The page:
Many homeowner associations in California are corporations. A corporation is a fictitious entity that exists only because there are state laws that say corporations can exist in California. You can tell that a corporation exists by the trail of documentation it leaves in its wake.
The advantage of being a corporation is the protection of the members from certain kinds of liability. But the price of this limitation of liability is that the entity must comply with the documentation and filing requirements imposed by state law. If those requirements are not complied with, the entity's status as a corporation can be suspended and the consequences can be very serious.
During the time a corporation is suspended it cannot exercise its corporate powers, rights, and privileges, and contracts entered into while the corporation is suspended are voidable. This means the corporation can't initiate action to enforce governing document provisions or to collect delinquent assessments, initiate a lawsuit to enforce a contract or for other claims, or defend a lawsuit filed against the association. While the suspension is being cured, the association may miss an important date like the expiration of a statute of limitations for the filing of a lawsuit. Important corporate privileges are suspended which may include immunity of the officers and directors from liability or the protection of the members from joint and several liability, which could allow someone with a claim against the community to collect a judgment against one or a few homeowners who happens to have easily reachable assets. Voidable contracts could include insurance policies entered into while the corporation is in a suspended status. The corporation could lose its name, because the Secretary of State only protects names of corporations that are in good standing. Monetary penalties may be imposed. If a corporation fails to pay taxes for more than five years, the corporation can be dissolved.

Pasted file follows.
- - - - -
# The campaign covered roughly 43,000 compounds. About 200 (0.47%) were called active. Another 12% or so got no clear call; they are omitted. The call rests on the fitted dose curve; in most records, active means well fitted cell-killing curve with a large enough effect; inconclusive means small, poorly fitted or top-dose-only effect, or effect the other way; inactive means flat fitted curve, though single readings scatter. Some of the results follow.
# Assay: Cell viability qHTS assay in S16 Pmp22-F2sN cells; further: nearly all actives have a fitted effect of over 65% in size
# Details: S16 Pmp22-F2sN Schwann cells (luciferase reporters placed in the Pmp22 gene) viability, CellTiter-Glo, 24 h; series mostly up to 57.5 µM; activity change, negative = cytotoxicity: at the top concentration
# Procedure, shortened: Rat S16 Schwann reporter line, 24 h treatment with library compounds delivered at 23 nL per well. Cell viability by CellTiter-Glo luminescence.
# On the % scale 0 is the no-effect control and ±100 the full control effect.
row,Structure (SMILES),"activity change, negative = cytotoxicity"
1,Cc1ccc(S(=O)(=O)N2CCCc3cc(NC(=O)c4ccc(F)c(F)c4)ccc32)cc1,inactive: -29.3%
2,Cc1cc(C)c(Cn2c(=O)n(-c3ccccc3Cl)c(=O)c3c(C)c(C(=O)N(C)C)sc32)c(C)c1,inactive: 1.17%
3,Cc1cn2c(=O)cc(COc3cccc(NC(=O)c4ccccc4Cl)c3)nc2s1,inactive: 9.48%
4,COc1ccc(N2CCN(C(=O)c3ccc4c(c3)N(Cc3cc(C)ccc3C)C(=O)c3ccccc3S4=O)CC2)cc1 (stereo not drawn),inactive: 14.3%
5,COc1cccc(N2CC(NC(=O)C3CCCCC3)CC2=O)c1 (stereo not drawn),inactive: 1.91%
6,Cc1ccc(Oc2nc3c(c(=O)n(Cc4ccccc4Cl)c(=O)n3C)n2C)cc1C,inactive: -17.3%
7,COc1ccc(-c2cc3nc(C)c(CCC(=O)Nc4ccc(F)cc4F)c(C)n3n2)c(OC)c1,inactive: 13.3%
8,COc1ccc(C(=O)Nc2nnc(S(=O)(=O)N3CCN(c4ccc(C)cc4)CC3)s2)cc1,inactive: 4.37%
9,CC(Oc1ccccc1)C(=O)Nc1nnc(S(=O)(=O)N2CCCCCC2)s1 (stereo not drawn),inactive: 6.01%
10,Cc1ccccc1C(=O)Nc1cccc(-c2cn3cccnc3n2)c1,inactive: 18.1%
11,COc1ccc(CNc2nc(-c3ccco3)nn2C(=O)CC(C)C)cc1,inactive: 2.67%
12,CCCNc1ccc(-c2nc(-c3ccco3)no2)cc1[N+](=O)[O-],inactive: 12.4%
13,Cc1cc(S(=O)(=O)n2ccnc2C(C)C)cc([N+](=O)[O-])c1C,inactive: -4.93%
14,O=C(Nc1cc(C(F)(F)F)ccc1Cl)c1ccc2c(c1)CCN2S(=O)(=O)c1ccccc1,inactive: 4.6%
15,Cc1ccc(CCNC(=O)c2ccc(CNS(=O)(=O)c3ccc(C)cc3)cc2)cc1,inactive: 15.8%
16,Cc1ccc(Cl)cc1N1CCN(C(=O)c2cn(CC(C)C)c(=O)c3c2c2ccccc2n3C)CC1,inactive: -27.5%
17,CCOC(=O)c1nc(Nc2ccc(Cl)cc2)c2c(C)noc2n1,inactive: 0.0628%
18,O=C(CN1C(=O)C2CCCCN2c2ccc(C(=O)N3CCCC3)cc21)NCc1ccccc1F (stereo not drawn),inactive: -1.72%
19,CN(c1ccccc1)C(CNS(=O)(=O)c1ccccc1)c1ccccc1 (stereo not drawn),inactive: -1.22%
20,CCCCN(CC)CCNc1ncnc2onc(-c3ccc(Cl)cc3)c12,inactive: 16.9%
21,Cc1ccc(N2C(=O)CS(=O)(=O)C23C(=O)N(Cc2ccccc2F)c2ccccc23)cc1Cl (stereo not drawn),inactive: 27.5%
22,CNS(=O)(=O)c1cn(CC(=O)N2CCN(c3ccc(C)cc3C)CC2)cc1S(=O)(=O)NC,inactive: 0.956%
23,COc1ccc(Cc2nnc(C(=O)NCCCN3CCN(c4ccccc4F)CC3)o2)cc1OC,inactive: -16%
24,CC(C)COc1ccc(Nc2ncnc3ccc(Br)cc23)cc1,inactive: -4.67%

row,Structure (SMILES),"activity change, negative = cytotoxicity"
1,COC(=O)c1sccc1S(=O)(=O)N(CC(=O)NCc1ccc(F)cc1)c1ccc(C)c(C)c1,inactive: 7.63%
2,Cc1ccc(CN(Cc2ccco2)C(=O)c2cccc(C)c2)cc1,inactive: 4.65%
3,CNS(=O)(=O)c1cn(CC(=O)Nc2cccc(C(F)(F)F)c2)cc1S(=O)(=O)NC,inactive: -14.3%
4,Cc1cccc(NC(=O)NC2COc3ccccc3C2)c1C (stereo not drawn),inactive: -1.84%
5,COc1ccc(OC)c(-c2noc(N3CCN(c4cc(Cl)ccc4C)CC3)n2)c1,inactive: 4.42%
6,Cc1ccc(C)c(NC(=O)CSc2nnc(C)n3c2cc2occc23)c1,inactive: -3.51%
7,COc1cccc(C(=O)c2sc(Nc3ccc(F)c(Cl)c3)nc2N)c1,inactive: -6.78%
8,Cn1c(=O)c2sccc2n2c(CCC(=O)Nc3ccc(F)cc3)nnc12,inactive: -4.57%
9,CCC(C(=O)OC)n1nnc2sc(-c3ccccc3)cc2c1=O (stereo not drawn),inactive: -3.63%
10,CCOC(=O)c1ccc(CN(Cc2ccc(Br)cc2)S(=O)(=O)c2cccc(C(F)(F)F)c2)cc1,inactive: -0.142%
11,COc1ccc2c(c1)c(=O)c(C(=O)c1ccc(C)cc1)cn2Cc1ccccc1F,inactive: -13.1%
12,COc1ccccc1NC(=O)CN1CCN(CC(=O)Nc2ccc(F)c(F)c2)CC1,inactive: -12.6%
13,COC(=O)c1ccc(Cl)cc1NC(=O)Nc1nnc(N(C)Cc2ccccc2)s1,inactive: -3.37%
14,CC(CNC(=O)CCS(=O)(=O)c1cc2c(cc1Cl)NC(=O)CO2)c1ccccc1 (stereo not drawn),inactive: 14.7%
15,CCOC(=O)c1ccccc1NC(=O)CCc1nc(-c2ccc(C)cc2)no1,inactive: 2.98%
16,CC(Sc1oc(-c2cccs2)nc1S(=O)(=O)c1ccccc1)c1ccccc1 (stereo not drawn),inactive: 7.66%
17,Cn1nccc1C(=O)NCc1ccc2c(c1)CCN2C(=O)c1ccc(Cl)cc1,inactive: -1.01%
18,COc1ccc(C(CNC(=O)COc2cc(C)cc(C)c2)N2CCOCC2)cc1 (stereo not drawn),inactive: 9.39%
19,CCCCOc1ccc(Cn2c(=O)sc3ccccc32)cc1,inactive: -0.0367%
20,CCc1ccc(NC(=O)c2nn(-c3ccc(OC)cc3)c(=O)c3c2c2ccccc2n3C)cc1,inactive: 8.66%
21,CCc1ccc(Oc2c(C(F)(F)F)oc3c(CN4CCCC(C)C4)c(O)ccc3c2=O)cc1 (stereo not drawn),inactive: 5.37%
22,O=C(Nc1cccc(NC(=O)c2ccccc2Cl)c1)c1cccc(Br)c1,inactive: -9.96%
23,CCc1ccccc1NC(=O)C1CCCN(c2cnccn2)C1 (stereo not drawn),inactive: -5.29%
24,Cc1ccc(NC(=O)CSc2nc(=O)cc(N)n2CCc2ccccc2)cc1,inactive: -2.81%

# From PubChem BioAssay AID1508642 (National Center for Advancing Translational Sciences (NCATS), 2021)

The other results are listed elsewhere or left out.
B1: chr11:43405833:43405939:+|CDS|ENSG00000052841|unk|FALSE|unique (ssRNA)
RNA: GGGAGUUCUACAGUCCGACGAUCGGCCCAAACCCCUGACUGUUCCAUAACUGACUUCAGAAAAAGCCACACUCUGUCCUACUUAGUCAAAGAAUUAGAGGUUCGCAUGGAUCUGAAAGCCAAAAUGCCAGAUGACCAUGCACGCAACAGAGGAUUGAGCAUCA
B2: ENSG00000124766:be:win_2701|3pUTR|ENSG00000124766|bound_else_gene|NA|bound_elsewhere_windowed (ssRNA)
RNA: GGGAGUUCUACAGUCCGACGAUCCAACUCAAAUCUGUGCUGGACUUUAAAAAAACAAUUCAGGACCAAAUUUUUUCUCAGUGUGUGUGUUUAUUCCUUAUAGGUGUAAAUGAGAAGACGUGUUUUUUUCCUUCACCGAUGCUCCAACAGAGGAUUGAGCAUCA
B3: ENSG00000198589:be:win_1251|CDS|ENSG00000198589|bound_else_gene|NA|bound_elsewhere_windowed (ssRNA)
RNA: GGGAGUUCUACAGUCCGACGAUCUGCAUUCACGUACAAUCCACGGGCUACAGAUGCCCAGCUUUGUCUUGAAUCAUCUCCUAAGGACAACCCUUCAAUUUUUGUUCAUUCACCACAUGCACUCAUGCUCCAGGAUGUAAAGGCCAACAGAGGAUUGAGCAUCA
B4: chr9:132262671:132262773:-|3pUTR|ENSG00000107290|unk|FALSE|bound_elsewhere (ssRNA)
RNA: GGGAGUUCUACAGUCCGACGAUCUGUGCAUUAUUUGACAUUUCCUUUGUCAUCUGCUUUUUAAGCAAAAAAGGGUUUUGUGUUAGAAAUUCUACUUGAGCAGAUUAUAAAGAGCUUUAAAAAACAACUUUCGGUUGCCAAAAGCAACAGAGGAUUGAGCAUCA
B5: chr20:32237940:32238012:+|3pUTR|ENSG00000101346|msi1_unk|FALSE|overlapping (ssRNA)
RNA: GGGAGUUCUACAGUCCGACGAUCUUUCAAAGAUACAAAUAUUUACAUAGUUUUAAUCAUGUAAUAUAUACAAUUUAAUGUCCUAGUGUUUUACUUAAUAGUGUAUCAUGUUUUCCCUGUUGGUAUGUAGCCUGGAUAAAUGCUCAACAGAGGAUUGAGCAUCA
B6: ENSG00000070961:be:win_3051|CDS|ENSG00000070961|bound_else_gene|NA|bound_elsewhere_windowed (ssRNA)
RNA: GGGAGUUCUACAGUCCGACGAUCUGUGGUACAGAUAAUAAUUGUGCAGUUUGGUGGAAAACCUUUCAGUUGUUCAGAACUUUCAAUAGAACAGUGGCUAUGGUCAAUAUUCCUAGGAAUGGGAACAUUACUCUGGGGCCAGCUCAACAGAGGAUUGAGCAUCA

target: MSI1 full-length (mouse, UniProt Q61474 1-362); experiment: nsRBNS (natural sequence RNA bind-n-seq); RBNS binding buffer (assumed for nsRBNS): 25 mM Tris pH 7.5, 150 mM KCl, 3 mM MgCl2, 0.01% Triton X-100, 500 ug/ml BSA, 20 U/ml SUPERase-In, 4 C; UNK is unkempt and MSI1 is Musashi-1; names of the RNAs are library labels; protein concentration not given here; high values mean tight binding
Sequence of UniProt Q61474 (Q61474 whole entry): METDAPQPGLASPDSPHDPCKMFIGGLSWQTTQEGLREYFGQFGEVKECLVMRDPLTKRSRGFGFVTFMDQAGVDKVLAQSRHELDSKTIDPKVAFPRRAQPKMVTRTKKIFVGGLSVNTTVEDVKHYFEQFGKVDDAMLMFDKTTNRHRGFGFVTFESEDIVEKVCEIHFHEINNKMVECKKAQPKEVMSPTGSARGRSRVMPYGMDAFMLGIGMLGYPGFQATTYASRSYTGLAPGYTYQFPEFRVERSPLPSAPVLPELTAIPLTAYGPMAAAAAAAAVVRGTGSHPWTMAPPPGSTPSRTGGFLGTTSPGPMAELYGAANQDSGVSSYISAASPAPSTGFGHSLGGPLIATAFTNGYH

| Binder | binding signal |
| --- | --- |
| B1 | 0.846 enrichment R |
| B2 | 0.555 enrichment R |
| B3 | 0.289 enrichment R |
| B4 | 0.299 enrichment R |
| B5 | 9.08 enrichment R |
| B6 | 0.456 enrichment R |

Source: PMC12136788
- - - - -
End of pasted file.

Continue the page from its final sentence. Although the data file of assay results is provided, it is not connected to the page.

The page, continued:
Clearly, from the association's point of view, it is important for a corporation to maintain its active status at all times. From the board's and manager's point of view, there is the added potential of liability for failure to make timely filings, including potential claims for damages. Imagine if an insurance policy were voided due to a suspension of corporate status and an association found itself without coverage in case of a fire.
The most common reasons we see for suspension of a homeowner association's status as a corporation are: (i) failure to file with the Secretary of State (SOS) the biannual (every two years) statement of names of officers and of agent for service of process required pursuant to Corporations Code section 8210, (ii) failure to file with the Secretary of State the biannual statement required by Civil Code section 1363.6 and (iii) failure to file corporation tax returns with the Franchise Tax Board (FTB) or pay amounts that are owed to the FTB.
Corporations Code section 8210 says the SOS is supposed to send a compliance notice to the corporation in advance of the deadline for filing the biannual statement of officers; however, failure of the SOS to do so does not relieve the corporation of the obligation to make a timely filing. Sometimes the SOS may fail to send the compliance notice, but typically there has been a change in manager and/or a change in agent for service of process and the notice from the SOS simply goes astray. The SOS is not required to send a reminder notice concerning the Civil Code section 1363.6 statement (but it is due at the same time as the 8210 statement - every two years within 90 days after the anniversary of the filing of the original articles of incorporation) and the FTB is not required to send any notice of failure to file (although sometimes it does).